The Conversations on Race and Policing series continues on Tuesday, March 14, when it will host Humberto Flores, a doctoral candidate in sociology from UC Santa Barbara whose research examines the brunt of policing in the Inland Empire.
Flores’ research examines the brunt of policing in the Inland Empire. Using an intersectional analysis, his study draws on interviews with Latinx and Black residents in Riverside and San Bernardino to explore police illegitimacy. Flores’ study finds that experiences with the police vary by race and gender, and contribute to differences in the ways respondents express legal cynicism.
Conversations on Race and Policing, also known as CoRP, began in the aftermath of the May 25, 2020, death of George Floyd while in the custody of four Minneapolis, Minn., police officers. A video of the incident posted on social media led to widespread protests, the firing of four police officers, the arrest and conviction of one officer on a second-degree murder and related charges, the other three on charges of aiding and abetting second-degree murder – and a spotlight worldwide on race and policing.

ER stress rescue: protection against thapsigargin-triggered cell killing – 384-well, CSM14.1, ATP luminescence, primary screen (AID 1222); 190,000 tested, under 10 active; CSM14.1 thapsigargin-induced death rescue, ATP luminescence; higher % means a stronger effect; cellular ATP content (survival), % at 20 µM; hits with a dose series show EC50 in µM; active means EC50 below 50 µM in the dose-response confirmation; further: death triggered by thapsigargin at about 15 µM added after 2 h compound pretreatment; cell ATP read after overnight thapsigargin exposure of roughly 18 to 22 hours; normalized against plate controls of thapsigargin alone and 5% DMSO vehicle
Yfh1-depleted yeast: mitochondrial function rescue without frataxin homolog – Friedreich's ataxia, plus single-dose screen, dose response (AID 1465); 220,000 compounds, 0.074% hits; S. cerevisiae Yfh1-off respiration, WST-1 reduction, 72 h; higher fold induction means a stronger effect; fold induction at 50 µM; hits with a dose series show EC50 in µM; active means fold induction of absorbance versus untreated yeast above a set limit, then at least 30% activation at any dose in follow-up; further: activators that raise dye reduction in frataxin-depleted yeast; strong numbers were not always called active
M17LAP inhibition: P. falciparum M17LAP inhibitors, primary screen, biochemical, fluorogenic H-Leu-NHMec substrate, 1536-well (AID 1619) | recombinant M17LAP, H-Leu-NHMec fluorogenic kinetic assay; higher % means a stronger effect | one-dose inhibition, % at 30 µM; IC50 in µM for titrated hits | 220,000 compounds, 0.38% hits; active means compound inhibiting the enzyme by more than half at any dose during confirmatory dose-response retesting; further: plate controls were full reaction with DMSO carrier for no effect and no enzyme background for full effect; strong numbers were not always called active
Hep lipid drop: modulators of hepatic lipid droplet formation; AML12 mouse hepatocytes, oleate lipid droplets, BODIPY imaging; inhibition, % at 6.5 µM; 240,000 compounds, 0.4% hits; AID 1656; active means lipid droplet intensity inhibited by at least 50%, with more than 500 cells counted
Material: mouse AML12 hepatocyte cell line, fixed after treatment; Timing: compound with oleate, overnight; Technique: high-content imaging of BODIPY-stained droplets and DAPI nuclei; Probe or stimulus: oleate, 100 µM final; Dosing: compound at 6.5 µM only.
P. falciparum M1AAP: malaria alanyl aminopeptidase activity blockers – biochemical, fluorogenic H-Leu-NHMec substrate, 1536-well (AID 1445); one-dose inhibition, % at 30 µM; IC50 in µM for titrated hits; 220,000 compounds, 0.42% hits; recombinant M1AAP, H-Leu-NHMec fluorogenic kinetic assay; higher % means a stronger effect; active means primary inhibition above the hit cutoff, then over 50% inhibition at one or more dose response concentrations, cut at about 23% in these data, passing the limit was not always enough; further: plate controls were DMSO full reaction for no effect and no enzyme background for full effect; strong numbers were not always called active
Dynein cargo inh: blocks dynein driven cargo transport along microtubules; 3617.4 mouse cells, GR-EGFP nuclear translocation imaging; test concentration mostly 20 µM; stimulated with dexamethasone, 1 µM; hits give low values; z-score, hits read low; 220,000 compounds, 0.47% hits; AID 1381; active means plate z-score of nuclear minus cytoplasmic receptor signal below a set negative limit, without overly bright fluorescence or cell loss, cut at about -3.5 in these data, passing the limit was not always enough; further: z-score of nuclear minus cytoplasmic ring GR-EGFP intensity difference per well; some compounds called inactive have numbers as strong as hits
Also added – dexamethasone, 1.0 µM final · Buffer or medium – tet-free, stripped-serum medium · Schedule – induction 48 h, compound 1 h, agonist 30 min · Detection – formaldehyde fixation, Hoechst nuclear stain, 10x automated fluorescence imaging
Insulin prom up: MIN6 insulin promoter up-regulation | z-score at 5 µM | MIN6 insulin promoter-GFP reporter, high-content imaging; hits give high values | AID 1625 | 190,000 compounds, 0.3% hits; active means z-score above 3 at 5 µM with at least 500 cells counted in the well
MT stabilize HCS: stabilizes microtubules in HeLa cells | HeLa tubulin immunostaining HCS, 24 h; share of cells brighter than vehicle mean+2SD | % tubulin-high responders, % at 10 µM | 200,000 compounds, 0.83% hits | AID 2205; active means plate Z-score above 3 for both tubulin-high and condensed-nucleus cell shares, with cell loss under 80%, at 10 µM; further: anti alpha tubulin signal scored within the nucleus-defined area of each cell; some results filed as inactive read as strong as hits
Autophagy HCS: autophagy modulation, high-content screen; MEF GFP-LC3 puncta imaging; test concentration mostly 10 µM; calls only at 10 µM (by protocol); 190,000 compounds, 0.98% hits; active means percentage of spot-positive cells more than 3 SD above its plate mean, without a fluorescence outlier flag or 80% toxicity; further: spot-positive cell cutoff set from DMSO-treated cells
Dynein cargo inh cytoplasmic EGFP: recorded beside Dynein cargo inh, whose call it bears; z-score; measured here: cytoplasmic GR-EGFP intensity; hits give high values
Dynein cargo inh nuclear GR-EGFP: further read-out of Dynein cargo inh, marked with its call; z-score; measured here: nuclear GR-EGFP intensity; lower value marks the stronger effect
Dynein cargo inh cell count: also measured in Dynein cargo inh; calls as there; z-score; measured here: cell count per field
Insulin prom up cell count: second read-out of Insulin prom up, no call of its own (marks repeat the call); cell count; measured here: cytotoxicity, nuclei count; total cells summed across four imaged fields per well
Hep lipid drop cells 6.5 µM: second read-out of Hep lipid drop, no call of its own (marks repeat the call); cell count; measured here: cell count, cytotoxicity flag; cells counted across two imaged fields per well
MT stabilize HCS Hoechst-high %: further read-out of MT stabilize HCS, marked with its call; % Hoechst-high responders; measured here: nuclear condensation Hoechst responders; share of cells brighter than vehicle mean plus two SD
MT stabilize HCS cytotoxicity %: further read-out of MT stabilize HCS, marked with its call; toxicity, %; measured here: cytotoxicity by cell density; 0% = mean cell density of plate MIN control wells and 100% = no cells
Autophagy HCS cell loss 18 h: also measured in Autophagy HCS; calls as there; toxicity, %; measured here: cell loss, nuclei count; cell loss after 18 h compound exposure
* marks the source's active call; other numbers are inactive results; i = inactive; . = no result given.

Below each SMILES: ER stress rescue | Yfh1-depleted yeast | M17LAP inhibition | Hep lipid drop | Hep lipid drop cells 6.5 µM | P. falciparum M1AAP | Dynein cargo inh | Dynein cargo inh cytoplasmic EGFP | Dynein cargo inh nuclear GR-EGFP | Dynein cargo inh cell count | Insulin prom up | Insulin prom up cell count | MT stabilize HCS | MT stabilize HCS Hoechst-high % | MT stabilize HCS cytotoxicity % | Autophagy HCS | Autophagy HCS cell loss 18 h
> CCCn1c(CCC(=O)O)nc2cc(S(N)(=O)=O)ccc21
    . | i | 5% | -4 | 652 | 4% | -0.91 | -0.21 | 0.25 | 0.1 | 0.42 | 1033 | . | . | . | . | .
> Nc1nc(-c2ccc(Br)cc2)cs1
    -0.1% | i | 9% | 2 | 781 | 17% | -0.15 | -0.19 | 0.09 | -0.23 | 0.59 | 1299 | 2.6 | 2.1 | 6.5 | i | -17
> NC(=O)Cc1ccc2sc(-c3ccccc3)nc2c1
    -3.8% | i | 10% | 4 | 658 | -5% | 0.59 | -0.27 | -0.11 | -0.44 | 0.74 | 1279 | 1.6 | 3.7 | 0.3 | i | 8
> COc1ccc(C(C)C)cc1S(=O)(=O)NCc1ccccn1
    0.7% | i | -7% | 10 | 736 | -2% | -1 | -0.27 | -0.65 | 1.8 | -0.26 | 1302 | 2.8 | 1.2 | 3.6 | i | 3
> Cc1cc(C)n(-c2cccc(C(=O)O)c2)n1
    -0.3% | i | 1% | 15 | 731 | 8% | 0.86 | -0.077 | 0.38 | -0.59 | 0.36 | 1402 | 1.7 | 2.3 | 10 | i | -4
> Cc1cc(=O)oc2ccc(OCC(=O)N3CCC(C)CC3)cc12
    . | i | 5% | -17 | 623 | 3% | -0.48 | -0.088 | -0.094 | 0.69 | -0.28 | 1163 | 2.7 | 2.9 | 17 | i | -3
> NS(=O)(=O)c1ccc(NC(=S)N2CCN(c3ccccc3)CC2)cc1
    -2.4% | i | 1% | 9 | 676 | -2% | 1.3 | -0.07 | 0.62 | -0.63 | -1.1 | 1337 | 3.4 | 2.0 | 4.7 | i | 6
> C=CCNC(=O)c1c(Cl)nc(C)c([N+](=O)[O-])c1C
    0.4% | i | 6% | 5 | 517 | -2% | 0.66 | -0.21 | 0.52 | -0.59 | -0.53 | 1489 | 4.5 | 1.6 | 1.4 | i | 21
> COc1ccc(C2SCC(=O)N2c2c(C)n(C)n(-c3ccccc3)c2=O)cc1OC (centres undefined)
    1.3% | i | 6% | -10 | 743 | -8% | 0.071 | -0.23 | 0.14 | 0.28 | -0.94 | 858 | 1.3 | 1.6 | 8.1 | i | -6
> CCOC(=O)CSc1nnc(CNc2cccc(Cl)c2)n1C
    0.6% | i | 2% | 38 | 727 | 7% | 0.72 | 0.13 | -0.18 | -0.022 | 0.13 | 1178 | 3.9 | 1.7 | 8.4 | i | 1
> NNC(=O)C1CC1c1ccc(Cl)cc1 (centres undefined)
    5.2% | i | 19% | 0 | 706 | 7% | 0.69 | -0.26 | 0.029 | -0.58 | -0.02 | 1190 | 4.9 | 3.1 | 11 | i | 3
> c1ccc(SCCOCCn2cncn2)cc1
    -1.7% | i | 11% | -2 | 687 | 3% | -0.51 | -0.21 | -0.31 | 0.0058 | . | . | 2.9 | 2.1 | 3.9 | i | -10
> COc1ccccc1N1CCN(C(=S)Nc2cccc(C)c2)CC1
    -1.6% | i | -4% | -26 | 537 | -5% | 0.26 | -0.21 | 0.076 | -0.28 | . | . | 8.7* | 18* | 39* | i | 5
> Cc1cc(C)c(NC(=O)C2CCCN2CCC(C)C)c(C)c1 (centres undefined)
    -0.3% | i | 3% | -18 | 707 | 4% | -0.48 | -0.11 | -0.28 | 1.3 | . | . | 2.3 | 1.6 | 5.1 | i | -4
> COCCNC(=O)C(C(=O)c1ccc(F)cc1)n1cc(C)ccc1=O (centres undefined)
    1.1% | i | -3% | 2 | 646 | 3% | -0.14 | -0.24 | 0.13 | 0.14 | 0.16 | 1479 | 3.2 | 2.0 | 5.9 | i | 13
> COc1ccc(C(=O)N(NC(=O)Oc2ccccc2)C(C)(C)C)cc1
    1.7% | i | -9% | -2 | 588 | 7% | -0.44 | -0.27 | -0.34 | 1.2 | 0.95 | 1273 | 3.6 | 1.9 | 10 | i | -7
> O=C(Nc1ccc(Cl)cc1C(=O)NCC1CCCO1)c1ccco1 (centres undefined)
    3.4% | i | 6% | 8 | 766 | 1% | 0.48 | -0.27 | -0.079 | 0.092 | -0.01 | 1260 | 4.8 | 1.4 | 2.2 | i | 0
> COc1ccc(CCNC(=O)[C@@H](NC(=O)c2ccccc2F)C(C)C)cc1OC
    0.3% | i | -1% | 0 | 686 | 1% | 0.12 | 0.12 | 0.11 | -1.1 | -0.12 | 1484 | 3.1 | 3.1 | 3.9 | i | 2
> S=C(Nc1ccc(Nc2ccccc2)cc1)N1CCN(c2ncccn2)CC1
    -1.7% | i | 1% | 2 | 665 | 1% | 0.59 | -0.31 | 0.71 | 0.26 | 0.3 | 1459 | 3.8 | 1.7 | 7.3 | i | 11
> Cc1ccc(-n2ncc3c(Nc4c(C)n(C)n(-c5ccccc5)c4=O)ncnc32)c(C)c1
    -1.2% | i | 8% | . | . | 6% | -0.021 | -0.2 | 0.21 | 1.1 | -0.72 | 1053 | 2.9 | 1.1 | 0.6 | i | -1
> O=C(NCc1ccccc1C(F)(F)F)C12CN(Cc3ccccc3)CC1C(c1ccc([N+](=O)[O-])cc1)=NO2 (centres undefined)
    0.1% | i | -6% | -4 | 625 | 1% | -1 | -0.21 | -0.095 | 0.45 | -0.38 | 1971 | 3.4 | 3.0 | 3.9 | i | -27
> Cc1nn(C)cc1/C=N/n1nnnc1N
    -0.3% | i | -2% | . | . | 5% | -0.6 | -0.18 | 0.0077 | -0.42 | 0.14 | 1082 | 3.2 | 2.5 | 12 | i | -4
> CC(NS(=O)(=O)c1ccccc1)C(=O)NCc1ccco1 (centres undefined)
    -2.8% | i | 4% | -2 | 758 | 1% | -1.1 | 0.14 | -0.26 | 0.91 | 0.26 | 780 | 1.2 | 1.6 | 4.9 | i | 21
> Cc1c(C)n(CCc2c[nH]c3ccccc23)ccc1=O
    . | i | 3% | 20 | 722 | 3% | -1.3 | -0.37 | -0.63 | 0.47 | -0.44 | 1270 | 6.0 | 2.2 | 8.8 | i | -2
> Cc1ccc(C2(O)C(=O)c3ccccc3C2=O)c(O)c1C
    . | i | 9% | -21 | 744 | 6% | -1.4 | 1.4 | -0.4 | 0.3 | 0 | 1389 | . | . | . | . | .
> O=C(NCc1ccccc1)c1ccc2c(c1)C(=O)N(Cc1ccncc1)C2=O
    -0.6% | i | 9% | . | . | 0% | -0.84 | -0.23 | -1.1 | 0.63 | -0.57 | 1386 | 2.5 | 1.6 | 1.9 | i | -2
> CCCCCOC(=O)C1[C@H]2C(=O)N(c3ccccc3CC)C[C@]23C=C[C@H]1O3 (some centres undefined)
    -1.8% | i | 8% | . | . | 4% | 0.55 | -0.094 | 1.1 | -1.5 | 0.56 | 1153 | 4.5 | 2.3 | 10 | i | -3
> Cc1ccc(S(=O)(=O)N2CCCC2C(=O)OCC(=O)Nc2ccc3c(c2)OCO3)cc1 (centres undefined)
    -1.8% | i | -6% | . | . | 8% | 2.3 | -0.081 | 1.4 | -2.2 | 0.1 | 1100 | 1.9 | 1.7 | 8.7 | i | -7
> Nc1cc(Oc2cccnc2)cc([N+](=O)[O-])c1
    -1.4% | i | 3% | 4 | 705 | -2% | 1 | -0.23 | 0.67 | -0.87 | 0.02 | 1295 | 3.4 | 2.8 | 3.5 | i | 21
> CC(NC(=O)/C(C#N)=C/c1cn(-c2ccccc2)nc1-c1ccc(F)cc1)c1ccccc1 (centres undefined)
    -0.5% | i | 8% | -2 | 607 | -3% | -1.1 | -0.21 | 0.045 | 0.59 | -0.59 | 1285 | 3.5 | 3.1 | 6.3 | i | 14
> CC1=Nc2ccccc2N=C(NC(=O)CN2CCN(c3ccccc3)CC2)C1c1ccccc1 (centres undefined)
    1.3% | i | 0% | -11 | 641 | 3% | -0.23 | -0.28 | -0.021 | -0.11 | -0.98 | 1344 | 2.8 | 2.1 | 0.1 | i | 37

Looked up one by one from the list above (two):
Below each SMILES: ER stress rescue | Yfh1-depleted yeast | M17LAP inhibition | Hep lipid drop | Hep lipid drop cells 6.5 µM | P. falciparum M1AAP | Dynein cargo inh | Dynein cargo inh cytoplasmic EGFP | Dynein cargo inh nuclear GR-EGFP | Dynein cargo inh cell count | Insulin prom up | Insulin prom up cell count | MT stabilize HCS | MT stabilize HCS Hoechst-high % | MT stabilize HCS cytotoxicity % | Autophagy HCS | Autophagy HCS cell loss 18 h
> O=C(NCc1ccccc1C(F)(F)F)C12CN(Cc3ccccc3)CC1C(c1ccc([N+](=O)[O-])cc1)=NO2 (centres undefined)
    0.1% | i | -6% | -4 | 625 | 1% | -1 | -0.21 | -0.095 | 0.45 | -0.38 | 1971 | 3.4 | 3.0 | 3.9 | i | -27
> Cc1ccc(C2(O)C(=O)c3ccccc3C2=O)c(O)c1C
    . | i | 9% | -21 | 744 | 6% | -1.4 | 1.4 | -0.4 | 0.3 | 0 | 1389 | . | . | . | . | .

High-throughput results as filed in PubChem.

The series has featured scholars, journalists, law enforcement officers, lawyers, activists, artists, educators, administrators and others from throughout the nation who shared their experience and expertise on issues related to race and policing.
More than 50 forums have taken place, and video recordings of the sessions are posted online on the Conversations on Race and Policing Lecture Series Archive.
The series is organized by CSUSB students, staff and faculty, including recent history master of arts graduate, Cecelia Smith; history master of arts student Matt Patino; Mary Texeira, professor emerita, sociology; Jeremy Murray, professor of history; Robie Madrigal, public affairs/communication specialist for the CSUSB John M. Pfau Library; and community member Stan Futch, president of the Westside Action Group.